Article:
Worship Music – things I miss

I read Keelium’s blog post about her playlist for strength in difficult times and her discussion as to why she’s called it ‘My Worship Music’ provoked some thoughts. She talks about how it’s music that brings her strength and hope and joy, like worship music used to for her back when she was religious.

OK, so Nero aren’t Industrial but the lights were pretty!

I’m in the same boat. I used to be so very Christian. I went to Church every Sunday, was involved in my youth group, went on Church/Christian holidays and went to a Church of England Secondary School. I made an effort to read my Bible regularly, and prayed a lot. I sought guidance from more experienced Christians when I was struggling and turned to them when faced with bereavement. But a lot bad things happened, and essentially, it felt like my Church, my Faith, abandoned me when I needed it most. And I haven’t forgiven them for it.

I still have my collection of music by Delirious?, Tim Hughes, Matt Redman et al*., and the lyrics to all my old favourite childhood hymns/songs are still in my head, but I find these days that I cannot listen to any of it because RAGE, or more accurately, heartbreak. I’m still too raw and hurt too much to have the music rub in my face the things I have no longer. When I find myself singing worship songs, the self-concious part of me wonders why the hell I’m singing praise to a God I’m either a) not sure exists or b) don’t care if He does.

One of the defining moments in my path away from Faith was the realisation that the joy and hope and release I found in church worship could also be found at a goth club night. That feeling of dancing away, inspired and hopeful, forgetting the concerns of daily life and feeling connected to the people around me is something so freeing and so essential to my wellbeing that suddenly discovering I didn’t need Church for it started a new chapter. It didn’t free me from the guilt I feel for turning my back on the Church but it did provide me with a space to explore the things I love in new ways.

These days, I don’t need to go out goth clubbing every week but every so often a night to myself, to loose myself in the music, amongst strangers, to just be in the moment is exactly what I need. And I have my non-church music for times when I’m out on my own or in my room moping or struggling with life in general. So yes, like Keelium, I still have music that inspires me, music that I love to dance to, music that I will weep with, rage with, despair with, smile with, and I hadn’t thought of it as worship music until now.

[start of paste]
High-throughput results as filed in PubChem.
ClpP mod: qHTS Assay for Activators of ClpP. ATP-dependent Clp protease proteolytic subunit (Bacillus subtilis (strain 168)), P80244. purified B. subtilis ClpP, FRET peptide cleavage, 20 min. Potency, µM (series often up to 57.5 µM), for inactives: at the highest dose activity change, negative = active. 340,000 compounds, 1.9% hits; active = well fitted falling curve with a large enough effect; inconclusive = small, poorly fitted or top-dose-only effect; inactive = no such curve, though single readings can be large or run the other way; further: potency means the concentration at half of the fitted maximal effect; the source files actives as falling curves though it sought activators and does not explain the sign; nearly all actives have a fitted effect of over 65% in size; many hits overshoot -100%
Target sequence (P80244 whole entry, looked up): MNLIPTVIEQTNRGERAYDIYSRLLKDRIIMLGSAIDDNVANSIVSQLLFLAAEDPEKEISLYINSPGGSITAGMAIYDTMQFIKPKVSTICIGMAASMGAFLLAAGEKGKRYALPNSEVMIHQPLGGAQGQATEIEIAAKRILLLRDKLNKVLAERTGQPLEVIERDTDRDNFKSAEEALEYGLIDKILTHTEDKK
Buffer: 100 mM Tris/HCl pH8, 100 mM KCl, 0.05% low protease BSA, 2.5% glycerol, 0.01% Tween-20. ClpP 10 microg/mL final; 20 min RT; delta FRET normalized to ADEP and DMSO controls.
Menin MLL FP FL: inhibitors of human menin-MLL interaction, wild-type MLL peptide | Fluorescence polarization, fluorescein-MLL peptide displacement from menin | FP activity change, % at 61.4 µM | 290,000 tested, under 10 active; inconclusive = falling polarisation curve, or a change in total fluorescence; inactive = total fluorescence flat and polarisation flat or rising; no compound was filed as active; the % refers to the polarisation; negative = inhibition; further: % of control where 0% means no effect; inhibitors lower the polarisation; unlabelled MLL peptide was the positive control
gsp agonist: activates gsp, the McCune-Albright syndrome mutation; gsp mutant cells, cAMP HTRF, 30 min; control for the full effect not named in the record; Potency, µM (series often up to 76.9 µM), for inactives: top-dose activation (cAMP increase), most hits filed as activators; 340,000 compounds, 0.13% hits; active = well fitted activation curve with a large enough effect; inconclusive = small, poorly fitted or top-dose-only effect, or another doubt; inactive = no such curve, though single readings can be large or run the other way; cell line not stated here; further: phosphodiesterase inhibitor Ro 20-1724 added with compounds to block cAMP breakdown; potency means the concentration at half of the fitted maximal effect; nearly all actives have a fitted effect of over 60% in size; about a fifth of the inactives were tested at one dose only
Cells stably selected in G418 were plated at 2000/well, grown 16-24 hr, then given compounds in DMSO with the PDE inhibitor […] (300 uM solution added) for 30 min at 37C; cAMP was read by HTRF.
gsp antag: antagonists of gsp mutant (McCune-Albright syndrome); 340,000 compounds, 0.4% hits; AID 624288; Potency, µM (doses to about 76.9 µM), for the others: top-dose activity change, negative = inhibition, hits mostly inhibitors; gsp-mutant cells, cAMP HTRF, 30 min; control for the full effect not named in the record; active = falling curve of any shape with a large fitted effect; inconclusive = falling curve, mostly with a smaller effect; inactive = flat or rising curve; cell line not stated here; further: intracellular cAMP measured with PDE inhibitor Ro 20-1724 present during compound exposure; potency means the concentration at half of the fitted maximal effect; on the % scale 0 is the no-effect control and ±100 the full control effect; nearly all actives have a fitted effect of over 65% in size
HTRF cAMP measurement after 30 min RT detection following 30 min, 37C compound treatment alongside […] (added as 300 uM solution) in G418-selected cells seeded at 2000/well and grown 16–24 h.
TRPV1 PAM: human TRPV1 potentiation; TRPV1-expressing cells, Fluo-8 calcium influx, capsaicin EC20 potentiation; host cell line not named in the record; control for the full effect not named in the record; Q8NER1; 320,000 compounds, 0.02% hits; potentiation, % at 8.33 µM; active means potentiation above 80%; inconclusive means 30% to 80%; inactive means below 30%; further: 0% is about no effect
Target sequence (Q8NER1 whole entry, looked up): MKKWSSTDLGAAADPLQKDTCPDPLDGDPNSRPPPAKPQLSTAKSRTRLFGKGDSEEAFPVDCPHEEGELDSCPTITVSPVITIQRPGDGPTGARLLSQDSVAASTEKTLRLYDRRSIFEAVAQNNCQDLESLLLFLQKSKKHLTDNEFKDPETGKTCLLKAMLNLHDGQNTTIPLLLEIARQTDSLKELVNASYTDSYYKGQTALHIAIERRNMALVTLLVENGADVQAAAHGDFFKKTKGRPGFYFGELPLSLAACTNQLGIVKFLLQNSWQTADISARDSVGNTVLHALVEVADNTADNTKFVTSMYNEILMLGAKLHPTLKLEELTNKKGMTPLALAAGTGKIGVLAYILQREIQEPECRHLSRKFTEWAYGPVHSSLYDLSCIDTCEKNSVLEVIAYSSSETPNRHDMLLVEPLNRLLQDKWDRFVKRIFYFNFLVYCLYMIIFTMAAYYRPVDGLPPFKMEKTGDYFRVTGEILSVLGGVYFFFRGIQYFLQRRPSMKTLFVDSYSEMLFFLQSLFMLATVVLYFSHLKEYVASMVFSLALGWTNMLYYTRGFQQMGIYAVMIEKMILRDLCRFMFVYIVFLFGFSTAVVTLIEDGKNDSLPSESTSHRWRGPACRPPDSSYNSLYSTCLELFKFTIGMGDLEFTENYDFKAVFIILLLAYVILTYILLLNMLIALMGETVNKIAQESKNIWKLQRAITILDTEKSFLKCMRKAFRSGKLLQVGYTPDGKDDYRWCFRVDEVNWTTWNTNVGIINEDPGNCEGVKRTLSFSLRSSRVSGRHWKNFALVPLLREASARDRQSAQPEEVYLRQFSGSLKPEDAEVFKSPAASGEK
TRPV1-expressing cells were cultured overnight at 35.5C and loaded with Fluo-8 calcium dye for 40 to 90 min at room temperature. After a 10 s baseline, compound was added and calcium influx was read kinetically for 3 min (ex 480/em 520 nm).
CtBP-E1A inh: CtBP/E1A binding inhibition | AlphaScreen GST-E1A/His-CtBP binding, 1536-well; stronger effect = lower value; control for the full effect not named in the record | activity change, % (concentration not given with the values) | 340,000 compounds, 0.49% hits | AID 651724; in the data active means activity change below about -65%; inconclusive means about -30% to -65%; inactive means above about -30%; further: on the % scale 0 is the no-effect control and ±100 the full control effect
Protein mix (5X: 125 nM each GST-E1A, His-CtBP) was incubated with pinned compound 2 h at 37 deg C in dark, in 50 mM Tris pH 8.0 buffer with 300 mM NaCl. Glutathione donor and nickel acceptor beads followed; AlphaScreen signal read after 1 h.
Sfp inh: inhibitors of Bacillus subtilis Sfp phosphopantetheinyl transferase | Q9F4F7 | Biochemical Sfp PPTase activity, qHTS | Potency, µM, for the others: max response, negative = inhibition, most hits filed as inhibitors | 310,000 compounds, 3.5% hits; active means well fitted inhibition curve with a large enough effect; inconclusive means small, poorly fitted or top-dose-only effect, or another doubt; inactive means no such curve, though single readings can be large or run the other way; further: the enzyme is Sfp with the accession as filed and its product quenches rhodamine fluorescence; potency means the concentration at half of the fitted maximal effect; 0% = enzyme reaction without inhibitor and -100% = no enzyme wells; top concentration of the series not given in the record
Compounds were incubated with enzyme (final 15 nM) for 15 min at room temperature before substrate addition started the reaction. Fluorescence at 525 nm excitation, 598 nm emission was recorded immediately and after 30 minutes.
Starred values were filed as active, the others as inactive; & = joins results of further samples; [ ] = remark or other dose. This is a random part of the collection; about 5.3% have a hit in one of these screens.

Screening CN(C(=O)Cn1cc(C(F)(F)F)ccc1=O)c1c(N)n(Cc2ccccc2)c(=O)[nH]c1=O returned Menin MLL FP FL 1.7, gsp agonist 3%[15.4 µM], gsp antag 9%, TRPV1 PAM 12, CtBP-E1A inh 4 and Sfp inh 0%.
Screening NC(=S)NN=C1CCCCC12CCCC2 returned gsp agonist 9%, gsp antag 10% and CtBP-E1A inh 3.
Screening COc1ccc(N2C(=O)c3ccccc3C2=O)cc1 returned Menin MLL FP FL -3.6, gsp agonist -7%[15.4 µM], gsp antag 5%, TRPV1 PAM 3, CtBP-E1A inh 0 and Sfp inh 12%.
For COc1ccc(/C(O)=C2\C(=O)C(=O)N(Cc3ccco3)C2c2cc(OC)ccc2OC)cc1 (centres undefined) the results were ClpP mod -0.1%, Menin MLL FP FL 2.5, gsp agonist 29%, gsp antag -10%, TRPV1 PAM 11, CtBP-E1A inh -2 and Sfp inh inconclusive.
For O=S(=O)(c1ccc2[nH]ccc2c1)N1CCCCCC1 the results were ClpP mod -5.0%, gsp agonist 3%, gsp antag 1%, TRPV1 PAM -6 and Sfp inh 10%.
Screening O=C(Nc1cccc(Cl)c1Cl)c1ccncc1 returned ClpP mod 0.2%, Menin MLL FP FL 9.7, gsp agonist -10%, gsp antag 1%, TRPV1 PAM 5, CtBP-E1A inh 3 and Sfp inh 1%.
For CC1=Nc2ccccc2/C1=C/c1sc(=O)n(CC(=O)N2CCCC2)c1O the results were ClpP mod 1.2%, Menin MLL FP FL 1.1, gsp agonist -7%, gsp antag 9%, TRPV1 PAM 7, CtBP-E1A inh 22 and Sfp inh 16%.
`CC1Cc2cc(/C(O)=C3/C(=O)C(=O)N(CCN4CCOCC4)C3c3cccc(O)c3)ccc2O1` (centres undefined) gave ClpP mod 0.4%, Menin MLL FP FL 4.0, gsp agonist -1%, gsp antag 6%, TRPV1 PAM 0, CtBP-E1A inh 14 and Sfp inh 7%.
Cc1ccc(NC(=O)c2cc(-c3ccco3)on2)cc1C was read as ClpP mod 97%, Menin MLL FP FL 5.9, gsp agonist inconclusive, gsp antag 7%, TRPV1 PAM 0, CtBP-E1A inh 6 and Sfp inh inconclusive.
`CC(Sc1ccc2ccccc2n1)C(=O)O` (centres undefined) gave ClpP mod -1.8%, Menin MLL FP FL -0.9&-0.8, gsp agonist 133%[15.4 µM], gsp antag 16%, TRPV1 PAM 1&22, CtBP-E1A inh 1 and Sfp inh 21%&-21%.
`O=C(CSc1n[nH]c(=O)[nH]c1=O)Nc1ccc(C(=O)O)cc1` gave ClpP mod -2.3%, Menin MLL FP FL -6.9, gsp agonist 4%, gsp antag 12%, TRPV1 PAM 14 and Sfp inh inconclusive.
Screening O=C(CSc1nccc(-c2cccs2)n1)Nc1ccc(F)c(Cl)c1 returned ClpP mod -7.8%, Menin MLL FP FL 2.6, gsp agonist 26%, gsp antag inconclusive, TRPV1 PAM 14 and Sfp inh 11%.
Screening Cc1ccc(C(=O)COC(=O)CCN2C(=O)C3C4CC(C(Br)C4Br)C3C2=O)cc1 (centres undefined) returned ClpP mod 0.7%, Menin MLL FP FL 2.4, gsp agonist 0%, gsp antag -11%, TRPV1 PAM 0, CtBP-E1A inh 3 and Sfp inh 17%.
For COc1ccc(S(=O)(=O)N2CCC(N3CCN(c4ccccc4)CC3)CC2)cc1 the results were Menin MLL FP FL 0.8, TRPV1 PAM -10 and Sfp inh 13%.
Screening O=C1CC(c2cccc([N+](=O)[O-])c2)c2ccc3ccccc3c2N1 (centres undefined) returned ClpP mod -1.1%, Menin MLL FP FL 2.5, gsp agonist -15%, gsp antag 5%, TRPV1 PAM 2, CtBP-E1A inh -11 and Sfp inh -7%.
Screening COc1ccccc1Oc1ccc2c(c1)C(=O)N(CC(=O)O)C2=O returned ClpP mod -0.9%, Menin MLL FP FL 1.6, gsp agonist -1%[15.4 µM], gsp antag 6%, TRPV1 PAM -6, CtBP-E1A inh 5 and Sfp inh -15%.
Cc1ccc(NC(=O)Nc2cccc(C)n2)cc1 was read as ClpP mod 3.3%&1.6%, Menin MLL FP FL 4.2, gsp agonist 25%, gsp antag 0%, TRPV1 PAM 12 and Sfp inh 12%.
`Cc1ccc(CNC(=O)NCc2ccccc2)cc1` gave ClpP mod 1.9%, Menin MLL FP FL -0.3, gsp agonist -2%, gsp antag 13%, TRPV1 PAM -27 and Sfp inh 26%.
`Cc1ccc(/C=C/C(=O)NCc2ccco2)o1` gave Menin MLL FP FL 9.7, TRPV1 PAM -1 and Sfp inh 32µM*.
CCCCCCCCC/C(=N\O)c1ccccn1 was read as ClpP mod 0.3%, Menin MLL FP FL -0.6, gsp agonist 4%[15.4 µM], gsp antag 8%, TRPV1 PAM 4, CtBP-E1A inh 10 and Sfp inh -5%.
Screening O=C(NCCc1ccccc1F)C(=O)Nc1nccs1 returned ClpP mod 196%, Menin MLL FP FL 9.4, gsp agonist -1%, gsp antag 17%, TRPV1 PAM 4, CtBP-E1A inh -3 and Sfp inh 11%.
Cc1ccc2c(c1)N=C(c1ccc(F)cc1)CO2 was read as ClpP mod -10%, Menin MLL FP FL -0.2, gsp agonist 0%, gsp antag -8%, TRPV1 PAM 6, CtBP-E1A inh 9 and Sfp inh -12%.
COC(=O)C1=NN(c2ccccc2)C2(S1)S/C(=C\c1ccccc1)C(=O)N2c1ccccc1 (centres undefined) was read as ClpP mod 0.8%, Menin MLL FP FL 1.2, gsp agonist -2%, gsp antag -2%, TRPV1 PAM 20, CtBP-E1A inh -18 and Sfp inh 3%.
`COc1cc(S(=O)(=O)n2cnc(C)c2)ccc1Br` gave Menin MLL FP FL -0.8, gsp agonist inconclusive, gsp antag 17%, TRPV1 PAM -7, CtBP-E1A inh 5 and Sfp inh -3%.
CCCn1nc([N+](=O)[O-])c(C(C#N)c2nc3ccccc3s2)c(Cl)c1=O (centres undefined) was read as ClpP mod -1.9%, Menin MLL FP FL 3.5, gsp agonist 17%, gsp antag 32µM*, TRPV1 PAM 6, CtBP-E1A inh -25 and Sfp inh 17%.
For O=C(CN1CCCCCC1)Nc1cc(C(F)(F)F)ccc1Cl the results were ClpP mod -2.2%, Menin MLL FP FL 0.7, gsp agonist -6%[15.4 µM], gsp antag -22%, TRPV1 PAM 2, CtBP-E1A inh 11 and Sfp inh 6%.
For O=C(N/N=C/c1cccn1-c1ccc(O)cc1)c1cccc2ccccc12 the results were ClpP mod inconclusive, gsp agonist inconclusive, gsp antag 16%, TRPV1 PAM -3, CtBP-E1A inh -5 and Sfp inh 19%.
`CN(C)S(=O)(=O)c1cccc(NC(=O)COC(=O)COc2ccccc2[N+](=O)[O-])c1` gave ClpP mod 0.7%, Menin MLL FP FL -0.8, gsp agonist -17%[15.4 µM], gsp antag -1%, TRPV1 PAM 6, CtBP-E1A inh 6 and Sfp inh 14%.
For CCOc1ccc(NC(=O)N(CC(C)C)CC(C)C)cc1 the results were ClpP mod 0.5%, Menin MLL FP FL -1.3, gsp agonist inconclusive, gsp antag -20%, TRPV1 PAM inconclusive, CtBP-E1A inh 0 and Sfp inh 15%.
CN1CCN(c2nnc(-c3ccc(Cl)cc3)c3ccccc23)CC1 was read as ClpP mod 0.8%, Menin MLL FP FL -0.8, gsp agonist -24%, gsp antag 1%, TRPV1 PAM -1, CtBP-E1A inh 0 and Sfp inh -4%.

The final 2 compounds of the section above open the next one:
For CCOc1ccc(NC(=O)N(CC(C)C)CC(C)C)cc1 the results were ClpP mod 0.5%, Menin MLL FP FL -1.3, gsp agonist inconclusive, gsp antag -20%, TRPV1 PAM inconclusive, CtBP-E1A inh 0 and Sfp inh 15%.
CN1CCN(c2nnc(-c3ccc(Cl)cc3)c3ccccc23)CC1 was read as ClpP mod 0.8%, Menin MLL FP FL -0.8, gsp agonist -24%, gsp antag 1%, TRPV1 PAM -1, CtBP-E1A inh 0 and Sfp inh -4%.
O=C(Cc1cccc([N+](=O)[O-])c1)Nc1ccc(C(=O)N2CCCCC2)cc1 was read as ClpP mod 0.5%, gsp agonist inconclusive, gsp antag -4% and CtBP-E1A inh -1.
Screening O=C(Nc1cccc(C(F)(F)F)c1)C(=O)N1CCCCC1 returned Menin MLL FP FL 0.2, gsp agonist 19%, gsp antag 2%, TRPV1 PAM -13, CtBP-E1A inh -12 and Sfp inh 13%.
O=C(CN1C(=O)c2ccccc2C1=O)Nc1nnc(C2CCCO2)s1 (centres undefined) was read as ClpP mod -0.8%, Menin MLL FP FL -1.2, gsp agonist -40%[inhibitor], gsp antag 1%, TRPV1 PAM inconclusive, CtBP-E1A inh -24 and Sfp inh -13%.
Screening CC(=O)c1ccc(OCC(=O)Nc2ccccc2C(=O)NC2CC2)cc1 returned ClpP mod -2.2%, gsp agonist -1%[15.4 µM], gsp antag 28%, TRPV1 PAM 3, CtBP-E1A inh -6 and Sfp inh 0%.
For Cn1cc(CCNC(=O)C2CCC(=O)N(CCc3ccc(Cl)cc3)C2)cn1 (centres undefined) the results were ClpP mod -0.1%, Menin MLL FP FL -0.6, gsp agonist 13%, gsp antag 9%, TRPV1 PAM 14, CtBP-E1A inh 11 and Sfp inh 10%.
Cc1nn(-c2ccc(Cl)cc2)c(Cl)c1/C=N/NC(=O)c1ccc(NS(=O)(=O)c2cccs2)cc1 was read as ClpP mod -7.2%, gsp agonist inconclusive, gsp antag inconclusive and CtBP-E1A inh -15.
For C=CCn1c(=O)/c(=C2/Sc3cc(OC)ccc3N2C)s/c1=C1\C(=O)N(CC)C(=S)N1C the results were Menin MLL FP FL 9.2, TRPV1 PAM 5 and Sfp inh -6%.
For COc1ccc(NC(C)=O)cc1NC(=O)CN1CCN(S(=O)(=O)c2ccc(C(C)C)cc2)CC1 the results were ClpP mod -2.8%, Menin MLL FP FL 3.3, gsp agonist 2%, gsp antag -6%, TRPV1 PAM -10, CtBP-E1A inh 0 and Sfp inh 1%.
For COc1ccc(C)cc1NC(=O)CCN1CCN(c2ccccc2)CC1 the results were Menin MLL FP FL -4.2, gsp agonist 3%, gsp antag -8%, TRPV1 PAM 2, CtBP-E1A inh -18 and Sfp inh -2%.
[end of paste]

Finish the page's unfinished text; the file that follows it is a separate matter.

2 thoughts on “Worship Music – things I miss

  1. I’m so glad you fixed the link in your comments on my blog, or I wouldn’t have found this! This is so similar to my own experience, it was amazing to read. I also can’t listen to most of my old worship music (including stuff by the people you mentioned) without feeling RAGE. I love the FEELINGS that that music inspired in me, but I feel the things I was taught and the promises I was made were toxic. I was so glad when I figured out that other music could do the same for me, in the right environment. I’m glad to hear you’ve found the same.

    • It’s just horrible, isn’t it? Realising that you could be so misled and feeling so damn *angry* about it. There’s so much screwy-ness in the lyrics to the worship songs I once loved, that the feminist analysis of them could fill a blog all by itself. Now there’s an idea….

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